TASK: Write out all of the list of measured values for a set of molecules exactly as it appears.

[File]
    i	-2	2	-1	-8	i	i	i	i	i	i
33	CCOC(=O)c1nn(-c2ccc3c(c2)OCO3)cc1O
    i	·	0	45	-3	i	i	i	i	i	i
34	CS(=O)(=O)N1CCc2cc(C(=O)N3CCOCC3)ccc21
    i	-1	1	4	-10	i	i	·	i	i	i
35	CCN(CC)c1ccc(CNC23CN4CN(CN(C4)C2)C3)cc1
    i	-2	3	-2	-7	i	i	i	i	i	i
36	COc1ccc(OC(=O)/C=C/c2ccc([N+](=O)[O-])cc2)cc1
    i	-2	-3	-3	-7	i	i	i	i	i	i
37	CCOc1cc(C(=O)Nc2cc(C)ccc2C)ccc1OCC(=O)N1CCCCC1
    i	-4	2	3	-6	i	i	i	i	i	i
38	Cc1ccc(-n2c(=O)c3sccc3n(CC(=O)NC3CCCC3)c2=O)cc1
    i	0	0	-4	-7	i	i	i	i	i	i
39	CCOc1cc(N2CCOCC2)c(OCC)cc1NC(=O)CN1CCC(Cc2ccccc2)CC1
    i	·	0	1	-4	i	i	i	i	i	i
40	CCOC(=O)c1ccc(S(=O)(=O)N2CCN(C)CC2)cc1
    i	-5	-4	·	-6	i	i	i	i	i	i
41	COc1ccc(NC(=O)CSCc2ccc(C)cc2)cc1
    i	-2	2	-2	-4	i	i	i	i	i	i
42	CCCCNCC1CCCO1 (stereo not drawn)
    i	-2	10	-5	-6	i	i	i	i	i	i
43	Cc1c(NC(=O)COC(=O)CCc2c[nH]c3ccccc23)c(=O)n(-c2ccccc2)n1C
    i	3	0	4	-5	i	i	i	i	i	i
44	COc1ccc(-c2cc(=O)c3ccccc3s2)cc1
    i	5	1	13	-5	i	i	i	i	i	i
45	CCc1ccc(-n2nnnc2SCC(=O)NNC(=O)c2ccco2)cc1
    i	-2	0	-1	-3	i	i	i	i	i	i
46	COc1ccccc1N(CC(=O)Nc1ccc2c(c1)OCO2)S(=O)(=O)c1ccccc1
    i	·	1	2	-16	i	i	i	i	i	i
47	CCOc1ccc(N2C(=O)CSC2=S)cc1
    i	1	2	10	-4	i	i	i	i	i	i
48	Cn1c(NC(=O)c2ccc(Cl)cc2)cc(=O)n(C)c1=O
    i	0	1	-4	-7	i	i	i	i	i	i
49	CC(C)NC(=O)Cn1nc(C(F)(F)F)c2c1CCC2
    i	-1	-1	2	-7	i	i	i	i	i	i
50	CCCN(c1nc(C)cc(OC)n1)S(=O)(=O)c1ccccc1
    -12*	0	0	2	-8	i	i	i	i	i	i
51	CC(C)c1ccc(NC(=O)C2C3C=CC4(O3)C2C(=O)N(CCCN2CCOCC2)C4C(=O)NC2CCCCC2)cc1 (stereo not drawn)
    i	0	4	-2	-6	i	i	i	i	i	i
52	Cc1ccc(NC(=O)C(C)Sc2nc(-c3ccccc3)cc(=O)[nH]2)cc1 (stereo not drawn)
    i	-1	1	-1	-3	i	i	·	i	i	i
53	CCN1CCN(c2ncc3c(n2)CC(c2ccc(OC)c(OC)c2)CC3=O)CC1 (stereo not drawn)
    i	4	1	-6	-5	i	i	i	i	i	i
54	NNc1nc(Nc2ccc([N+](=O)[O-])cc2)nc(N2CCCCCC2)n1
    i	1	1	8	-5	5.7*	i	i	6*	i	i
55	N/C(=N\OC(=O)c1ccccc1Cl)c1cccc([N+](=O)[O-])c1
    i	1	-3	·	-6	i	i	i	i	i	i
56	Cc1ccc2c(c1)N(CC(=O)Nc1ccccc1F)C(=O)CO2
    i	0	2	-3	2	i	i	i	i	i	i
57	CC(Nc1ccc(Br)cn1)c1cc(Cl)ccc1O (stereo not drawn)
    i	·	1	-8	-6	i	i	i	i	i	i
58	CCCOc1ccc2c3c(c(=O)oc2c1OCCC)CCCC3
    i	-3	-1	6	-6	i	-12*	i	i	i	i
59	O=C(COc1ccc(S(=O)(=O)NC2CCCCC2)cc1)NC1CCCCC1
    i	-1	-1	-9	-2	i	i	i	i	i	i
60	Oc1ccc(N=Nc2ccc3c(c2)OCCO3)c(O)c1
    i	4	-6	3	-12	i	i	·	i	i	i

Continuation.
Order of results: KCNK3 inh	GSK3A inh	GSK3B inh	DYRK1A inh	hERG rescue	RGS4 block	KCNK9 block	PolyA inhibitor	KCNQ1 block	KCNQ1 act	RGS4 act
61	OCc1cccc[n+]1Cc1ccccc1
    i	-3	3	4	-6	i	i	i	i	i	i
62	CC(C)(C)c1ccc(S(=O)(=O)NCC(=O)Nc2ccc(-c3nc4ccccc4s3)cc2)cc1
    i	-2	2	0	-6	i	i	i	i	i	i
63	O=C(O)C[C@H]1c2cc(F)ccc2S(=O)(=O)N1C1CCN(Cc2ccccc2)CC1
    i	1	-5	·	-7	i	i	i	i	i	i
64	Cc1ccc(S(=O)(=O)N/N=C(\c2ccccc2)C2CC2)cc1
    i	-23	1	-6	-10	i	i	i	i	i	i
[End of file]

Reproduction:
    i	-2	2	-1	-8	i	i	i	i	i	i
33	CCOC(=O)c1nn(-c2ccc3c(c2)OCO3)cc1O
    i	·	0	45	-3	i	i	i	i	i	i
34	CS(=O)(=O)N1CCc2cc(C(=O)N3CCOCC3)ccc21
    i	-1	1	4	-10	i	i	·	i	i	i
35	CCN(CC)c1ccc(CNC23CN4CN(CN(C4)C2)C3)cc1
    i	-2	3	-2	-7	i	i	i	i	i	i
36	COc1ccc(OC(=O)/C=C/c2ccc([N+](=O)[O-])cc2)cc1
    i	-2	-3	-3	-7	i	i	i	i	i	i
37	CCOc1cc(C(=O)Nc2cc(C)ccc2C)ccc1OCC(=O)N1CCCCC1
    i	-4	2	3	-6	i	i	i	i	i	i
38	Cc1ccc(-n2c(=O)c3sccc3n(CC(=O)NC3CCCC3)c2=O)cc1
    i	0	0	-4	-7	i	i	i	i	i	i
39	CCOc1cc(N2CCOCC2)c(OCC)cc1NC(=O)CN1CCC(Cc2ccccc2)CC1
    i	·	0	1	-4	i	i	i	i	i	i
40	CCOC(=O)c1ccc(S(=O)(=O)N2CCN(C)CC2)cc1
    i	-5	-4	·	-6	i	i	i	i	i	i
41	COc1ccc(NC(=O)CSCc2ccc(C)cc2)cc1
    i	-2	2	-2	-4	i	i	i	i	i	i
42	CCCCNCC1CCCO1 (stereo not drawn)
    i	-2	10	-5	-6	i	i	i	i	i	i
43	Cc1c(NC(=O)COC(=O)CCc2c[nH]c3ccccc23)c(=O)n(-c2ccccc2)n1C
    i	3	0	4	-5	i	i	i	i	i	i
44	COc1ccc(-c2cc(=O)c3ccccc3s2)cc1
    i	5	1	13	-5	i	i	i	i	i	i
45	CCc1ccc(-n2nnnc2SCC(=O)NNC(=O)c2ccco2)cc1
    i	-2	0	-1	-3	i	i	i	i	i	i
46	COc1ccccc1N(CC(=O)Nc1ccc2c(c1)OCO2)S(=O)(=O)c1ccccc1
    i	·	1	2	-16	i	i	i	i	i	i
47	CCOc1ccc(N2C(=O)CSC2=S)cc1
    i	1	2	10	-4	i	i	i	i	i	i
48	Cn1c(NC(=O)c2ccc(Cl)cc2)cc(=O)n(C)c1=O
    i	0	1	-4	-7	i	i	i	i	i	i
49	CC(C)NC(=O)Cn1nc(C(F)(F)F)c2c1CCC2
    i	-1	-1	2	-7	i	i	i	i	i	i
50	CCCN(c1nc(C)cc(OC)n1)S(=O)(=O)c1ccccc1
    -12*	0	0	2	-8	i	i	i	i	i	i
51	CC(C)c1ccc(NC(=O)C2C3C=CC4(O3)C2C(=O)N(CCCN2CCOCC2)C4C(=O)NC2CCCCC2)cc1 (stereo not drawn)
    i	0	4	-2	-6	i	i	i	i	i	i
52	Cc1ccc(NC(=O)C(C)Sc2nc(-c3ccccc3)cc(=O)[nH]2)cc1 (stereo not drawn)
    i	-1	1	-1	-3	i	i	·	i	i	i
53	CCN1CCN(c2ncc3c(n2)CC(c2ccc(OC)c(OC)c2)CC3=O)CC1 (stereo not drawn)
    i	4	1	-6	-5	i	i	i	i	i	i
54	NNc1nc(Nc2ccc([N+](=O)[O-])cc2)nc(N2CCCCCC2)n1
    i	1	1	8	-5	5.7*	i	i	6*	i	i
55	N/C(=N\OC(=O)c1ccccc1Cl)c1cccc([N+](=O)[O-])c1
    i	1	-3	·	-6	i	i	i	i	i	i
56	Cc1ccc2c(c1)N(CC(=O)Nc1ccccc1F)C(=O)CO2
    i	0	2	-3	2	i	i	i	i	i	i
57	CC(Nc1ccc(Br)cn1)c1cc(Cl)ccc1O (stereo not drawn)
    i	·	1	-8	-6	i	i	i	i	i	i
58	CCCOc1ccc2c3c(c(=O)oc2c1OCCC)CCCC3
    i	-3	-1	6	-6	i	-12*	i	i	i	i
59	O=C(COc1ccc(S(=O)(=O)NC2CCCCC2)cc1)NC1CCCCC1
    i	-1	-1	-9	-2	i	i	i	i	i	i
60	Oc1ccc(N=Nc2ccc3c(c2)OCCO3)c(O)c1
    i	4	-6	3	-12	i	i	·	i	i	i

Continuation.
Order of results: KCNK3 inh	GSK3A inh	GSK3B inh	DYRK1A inh	hERG rescue	RGS4 block	KCNK9 block	PolyA inhibitor	KCNQ1 block	KCNQ1 act	RGS4 act
61	OCc1cccc[n+]1Cc1ccccc1
    i	-3	3	4	-6	i	i	i	i	i	i
62	CC(C)(C)c1ccc(S(=O)(=O)NCC(=O)Nc2ccc(-c3nc4ccccc4s3)cc2)cc1
    i	-2	2	0	-6	i	i	i	i	i	i
63	O=C(O)C[C@H]1c2cc(F)ccc2S(=O)(=O)N1C1CCN(Cc2ccccc2)CC1
    i	1	-5	·	-7	i	i	i	i	i	i
64	Cc1ccc(S(=O)(=O)N/N=C(\c2ccccc2)C2CC2)cc1
    i	-23	1	-6	-10	i	i	i	i	i	i